CARMAKERS’ research and development departments must at present be some of the busiest on the ... [more]
Friday, 24 November 2017
GOOD news this week for all those motorists like me who are fed up with arrogant drivers who bully others on the roads.
At least it is good news for motorists in Wales. For all four police forces in the principality are to start using dash cam footage recorded by the public to investigate driving offences following a successful pilot scheme by North Wales Police.
Operation Snap started last October in north Wales, encouraging drivers to upload evidence to the police website.
So far, the force has dealt with 129 cases as a result of footage submitted.
The operation will link up with the Go Safe partnership to operate across Wales.
Inspector Dave Cust of North Wales Police’s roads policing unit said Operation Snap had saved officers about 12 hours’ work per case, as investigating an allegation of bad driving could take up a lot of resources.
He stressed that dash cam footage could be used to prove innocence as well as guilt.
“There was a woman who went through a green light and hit a car,” he said. “Two members of the public said she went through a red light and she was going too fast. The camera proved differently. It’s proper, reliable evidence.”
Footage has to be unedited and must include the whole journey, not just the incident. Members of the public are also told not to post it on social media — or to remove it if it has already been posted.
Police forces from other parts of the UK, Australia and Hong Kong have been in touch about the scheme.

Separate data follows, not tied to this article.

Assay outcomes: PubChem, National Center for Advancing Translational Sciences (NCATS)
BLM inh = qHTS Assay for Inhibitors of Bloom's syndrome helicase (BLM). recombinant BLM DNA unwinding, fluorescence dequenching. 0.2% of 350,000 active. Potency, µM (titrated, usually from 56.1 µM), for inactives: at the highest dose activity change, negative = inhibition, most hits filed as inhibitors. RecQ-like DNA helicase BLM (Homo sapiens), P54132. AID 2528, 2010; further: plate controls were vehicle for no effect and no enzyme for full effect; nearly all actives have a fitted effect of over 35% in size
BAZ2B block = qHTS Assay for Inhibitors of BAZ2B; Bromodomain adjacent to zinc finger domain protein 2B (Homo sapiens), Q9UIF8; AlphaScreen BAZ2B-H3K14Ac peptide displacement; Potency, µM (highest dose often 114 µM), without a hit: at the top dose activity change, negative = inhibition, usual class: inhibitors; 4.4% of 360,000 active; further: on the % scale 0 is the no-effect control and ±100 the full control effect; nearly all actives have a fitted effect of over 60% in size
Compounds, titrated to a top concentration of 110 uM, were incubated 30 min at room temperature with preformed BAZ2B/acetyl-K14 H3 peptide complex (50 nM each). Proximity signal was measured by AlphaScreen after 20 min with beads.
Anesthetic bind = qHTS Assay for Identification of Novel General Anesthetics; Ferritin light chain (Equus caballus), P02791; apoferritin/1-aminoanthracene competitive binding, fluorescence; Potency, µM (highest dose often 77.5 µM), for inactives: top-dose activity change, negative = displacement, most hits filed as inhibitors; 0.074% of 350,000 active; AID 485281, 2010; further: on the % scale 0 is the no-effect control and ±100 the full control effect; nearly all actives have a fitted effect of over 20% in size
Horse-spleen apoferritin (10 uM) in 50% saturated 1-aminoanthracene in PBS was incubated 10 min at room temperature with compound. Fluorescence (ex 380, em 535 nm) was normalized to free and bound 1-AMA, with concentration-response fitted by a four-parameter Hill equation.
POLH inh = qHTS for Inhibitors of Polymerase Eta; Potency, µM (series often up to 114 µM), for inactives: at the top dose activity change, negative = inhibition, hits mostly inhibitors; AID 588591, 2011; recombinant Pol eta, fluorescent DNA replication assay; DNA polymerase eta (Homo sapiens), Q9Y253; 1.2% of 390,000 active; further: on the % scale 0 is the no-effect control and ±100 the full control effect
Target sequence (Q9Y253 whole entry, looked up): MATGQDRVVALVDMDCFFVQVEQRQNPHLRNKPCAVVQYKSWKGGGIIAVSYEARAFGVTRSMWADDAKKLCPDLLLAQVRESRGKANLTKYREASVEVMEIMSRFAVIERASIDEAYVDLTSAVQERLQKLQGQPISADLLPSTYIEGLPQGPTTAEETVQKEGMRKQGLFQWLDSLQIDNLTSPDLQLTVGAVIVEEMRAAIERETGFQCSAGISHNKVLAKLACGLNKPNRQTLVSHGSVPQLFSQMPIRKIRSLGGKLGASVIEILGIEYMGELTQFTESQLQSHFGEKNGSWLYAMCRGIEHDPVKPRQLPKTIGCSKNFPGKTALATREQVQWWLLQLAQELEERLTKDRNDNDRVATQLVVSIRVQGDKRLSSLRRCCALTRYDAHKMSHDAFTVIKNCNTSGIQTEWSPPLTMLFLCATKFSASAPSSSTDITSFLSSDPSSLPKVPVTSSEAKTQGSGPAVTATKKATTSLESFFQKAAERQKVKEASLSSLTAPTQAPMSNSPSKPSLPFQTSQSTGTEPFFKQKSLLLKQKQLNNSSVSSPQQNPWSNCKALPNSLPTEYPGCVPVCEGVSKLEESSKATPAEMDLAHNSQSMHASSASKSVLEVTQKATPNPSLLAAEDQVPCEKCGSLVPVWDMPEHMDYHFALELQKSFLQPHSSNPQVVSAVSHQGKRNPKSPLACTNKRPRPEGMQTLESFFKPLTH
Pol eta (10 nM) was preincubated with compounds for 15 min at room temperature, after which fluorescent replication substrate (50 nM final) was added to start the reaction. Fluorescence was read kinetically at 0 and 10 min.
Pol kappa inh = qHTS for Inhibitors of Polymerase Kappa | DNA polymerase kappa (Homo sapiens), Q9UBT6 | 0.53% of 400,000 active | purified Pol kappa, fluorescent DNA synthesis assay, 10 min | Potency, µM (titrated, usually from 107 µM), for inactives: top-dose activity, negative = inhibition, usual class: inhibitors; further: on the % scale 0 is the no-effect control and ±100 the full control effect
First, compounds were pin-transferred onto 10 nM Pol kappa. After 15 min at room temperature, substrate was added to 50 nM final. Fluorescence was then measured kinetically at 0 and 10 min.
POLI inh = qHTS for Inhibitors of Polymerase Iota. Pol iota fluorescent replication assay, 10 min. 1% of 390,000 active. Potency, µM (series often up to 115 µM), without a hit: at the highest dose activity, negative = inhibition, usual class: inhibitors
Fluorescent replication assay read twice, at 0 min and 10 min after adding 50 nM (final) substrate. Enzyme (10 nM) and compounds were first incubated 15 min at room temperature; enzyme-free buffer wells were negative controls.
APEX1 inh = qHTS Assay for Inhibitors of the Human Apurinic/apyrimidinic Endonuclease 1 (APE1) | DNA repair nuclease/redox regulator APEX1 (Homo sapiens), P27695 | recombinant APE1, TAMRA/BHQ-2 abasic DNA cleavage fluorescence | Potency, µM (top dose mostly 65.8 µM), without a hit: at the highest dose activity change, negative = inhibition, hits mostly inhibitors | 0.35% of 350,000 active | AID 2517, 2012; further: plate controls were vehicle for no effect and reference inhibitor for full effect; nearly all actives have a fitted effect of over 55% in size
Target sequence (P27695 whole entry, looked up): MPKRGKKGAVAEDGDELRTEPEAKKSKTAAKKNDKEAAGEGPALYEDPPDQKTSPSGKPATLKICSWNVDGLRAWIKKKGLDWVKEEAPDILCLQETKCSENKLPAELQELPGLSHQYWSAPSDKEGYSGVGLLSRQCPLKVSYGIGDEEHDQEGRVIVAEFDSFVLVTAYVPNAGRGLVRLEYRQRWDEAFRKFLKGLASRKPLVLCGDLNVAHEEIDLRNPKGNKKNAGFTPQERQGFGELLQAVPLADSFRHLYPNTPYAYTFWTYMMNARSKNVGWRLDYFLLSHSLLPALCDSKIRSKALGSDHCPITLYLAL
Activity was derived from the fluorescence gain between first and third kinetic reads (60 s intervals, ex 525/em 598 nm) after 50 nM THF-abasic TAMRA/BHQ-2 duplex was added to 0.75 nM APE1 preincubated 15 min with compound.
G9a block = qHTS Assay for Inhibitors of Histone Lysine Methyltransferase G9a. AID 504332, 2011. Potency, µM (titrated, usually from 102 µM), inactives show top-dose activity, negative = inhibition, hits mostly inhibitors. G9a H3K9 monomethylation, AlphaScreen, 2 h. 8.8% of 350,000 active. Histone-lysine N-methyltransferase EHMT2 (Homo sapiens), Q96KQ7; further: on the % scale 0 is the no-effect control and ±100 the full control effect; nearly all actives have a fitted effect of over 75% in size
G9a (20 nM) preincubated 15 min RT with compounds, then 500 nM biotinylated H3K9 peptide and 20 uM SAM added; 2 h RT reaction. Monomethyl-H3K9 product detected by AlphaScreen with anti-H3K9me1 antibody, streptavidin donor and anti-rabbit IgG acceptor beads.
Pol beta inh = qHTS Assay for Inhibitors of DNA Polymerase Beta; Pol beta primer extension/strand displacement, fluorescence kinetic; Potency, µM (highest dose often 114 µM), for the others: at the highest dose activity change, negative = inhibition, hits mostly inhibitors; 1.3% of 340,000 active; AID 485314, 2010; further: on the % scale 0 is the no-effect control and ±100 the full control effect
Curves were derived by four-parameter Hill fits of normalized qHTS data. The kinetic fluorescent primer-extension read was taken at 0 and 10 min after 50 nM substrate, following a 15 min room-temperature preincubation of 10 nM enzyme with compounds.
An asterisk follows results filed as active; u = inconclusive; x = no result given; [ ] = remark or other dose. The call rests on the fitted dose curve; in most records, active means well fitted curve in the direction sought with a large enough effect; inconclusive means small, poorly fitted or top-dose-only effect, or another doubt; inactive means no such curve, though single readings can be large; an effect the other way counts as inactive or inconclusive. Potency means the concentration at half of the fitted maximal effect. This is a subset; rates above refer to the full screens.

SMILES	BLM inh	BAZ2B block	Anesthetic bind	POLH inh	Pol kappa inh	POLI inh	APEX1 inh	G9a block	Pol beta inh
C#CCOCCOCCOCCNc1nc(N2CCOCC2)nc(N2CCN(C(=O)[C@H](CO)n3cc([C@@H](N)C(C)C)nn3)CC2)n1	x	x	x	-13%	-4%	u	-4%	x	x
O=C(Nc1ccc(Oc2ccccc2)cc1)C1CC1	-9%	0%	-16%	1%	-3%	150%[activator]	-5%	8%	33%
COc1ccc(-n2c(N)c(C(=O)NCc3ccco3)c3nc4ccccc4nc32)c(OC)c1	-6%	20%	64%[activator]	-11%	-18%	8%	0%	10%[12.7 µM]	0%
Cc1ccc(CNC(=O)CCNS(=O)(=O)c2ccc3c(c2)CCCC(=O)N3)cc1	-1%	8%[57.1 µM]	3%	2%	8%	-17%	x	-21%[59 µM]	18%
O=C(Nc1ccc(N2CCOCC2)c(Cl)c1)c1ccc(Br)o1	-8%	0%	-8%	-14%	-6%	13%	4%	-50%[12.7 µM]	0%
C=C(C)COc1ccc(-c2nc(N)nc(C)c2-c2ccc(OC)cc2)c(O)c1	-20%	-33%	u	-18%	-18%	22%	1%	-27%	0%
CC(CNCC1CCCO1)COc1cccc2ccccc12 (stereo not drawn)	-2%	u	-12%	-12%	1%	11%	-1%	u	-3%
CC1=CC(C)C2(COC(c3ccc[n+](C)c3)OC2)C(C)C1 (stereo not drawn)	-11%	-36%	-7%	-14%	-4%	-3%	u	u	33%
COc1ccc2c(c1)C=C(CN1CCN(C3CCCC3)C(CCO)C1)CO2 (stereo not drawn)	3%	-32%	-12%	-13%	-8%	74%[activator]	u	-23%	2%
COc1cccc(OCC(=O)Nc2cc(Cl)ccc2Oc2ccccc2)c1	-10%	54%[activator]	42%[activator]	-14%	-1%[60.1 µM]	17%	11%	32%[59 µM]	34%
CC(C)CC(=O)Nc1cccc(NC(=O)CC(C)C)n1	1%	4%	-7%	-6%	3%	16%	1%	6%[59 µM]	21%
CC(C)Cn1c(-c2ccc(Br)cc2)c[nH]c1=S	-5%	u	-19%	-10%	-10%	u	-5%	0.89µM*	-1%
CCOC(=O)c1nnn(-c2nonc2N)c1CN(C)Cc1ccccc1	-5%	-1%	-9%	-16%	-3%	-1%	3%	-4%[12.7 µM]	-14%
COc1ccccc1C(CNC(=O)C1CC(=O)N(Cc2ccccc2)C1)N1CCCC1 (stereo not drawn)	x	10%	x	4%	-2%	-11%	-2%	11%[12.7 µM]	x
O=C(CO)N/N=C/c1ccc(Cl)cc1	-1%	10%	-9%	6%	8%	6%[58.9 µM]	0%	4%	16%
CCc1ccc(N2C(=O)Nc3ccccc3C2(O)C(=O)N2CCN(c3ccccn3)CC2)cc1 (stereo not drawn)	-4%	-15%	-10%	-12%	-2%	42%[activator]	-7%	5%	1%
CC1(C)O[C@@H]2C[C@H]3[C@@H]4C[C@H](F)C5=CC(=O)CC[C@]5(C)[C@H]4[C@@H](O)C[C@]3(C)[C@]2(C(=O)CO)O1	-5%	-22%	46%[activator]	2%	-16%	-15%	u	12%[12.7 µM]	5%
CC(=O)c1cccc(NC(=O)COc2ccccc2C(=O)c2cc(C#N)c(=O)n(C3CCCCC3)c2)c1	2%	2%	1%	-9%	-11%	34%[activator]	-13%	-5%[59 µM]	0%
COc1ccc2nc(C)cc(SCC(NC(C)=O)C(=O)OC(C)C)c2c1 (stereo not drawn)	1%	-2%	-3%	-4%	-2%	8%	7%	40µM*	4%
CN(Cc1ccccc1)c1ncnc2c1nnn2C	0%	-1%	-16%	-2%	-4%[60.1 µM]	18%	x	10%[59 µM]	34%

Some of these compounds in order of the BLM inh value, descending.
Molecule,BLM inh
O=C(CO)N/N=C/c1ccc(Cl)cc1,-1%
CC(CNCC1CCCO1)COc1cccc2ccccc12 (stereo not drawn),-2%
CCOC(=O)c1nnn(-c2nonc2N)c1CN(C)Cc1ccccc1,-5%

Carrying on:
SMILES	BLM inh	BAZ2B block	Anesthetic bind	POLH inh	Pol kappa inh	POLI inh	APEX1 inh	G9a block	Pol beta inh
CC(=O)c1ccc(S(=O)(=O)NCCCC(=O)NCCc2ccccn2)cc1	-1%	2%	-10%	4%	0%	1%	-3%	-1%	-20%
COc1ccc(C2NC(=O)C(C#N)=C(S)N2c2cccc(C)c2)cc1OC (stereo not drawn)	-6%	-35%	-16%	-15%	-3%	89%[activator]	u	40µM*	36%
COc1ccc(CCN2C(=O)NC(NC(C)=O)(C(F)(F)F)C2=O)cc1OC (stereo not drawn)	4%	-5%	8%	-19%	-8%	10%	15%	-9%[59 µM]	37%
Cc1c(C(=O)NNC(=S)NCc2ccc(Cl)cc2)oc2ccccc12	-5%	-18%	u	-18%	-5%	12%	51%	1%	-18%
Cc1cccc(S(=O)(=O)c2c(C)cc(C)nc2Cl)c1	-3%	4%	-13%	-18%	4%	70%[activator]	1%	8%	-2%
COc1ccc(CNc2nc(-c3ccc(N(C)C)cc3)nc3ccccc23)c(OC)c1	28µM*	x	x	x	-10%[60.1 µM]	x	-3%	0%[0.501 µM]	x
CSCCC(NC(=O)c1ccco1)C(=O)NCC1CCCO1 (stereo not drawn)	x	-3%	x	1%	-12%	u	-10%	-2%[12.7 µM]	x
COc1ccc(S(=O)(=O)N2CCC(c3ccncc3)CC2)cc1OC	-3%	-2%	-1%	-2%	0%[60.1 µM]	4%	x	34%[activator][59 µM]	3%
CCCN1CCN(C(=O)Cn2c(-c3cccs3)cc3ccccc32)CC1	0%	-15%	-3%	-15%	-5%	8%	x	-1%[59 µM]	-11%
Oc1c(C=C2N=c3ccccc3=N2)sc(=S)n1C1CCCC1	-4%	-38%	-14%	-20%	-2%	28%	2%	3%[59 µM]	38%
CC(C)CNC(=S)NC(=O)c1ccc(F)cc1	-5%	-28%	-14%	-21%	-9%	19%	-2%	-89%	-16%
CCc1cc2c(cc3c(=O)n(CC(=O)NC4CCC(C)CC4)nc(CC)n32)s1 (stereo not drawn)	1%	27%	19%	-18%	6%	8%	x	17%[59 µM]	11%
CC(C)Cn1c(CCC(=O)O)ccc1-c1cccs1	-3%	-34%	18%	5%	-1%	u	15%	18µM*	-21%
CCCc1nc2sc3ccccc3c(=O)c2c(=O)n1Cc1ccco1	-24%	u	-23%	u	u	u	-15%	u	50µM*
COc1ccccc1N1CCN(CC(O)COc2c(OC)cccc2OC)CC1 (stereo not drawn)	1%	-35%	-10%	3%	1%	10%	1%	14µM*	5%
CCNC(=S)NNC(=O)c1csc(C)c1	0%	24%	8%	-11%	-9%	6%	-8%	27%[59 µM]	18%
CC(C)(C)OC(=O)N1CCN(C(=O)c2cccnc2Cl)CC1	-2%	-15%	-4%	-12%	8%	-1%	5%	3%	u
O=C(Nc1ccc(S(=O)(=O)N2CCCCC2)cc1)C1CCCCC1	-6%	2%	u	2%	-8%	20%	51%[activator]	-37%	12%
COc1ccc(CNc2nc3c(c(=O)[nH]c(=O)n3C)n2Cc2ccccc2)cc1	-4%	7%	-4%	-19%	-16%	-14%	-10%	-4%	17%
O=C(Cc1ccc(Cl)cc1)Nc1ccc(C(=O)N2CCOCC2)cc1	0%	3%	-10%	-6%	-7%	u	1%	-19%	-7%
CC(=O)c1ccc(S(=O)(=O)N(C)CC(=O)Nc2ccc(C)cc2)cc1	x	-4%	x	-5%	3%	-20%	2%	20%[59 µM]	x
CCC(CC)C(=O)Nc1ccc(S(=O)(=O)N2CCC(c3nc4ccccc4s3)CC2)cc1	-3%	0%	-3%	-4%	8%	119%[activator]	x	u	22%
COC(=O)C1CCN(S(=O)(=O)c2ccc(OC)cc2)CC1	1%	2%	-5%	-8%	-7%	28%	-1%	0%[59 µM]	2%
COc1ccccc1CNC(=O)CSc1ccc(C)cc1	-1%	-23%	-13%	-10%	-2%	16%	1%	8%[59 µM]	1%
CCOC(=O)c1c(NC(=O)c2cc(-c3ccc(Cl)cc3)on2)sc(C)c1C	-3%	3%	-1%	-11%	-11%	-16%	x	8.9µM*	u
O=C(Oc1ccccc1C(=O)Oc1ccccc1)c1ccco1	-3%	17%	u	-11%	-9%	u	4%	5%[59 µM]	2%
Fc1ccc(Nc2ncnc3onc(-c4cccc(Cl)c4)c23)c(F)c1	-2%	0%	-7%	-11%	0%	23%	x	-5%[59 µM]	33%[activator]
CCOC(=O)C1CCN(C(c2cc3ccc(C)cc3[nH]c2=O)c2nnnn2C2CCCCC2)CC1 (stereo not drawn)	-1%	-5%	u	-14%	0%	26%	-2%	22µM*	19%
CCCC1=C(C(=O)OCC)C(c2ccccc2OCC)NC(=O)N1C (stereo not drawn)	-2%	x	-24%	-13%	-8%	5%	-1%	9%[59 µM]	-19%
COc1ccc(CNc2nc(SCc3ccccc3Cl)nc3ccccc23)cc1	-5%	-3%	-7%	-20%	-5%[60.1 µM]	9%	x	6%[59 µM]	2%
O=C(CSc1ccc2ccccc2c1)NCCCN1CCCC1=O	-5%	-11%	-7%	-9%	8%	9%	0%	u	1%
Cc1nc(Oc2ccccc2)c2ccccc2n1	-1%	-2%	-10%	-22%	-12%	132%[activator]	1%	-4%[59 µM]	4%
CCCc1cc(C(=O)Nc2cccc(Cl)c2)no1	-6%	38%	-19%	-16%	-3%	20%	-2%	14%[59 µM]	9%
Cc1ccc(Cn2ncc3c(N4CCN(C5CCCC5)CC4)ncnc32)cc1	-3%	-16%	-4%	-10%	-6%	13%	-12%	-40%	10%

A spokesman for North Wales Police said: “The current boom in dash cam use — or helmet/bike cams — means the public are capturing motoring offences including careless or dangerous driving and people being distracted whilst using smart devices.
“We — the police — have adapted our systems to support the public in reporting these matters. This is so we can, where appropriate, seek to educate or prosecute offenders using footage and testimony to influence their future behaviour and make the roads safer for us all.”
The spokesman said that if you use a dash cam, ensure you research where and how it should be placed so that you comply with the law in respect of any obscured view.
“Please also understand your responsibilities as a driver regarding distractions whilst driving. It is your responsibility as a driver to uphold the law — please do so.
“If you have footage from a dash cam, cycle cam, head cam or any other source that you feel supports you as a witness to an alleged motoring offence, we want to hear from you.
“We recognise that the vast majority of the public want to use our roads to get from A to B safely. None of us wish to tolerate unnecessary risks caused by the actions of others.
“The police also recognise that vulnerable road users are now using cameras. Cyclists, both pedal and motor, are vulnerable on our roads.”
The spokesman added: “We see some awful very close passes and people pulling in and out of junctions, putting cyclists in danger. The publicly available figures speak for themselves — cyclists come off worse when they are in collision with a car. Often the car driver has taken an unnecessary risk, or didn’t see them.
“But we can only do a good job if your evidence can prove an offence in a court of law. We will need a witness statement from you that supports the video/photographic evidence you’ve got. You must be prepared to attend court if necessary. Don’t worry — we will support you through this process.”
Let’s hope police forces in other parts of Britain can support the Wales campaign. These are issues that need to be tackled on our roads.
Looking for a job?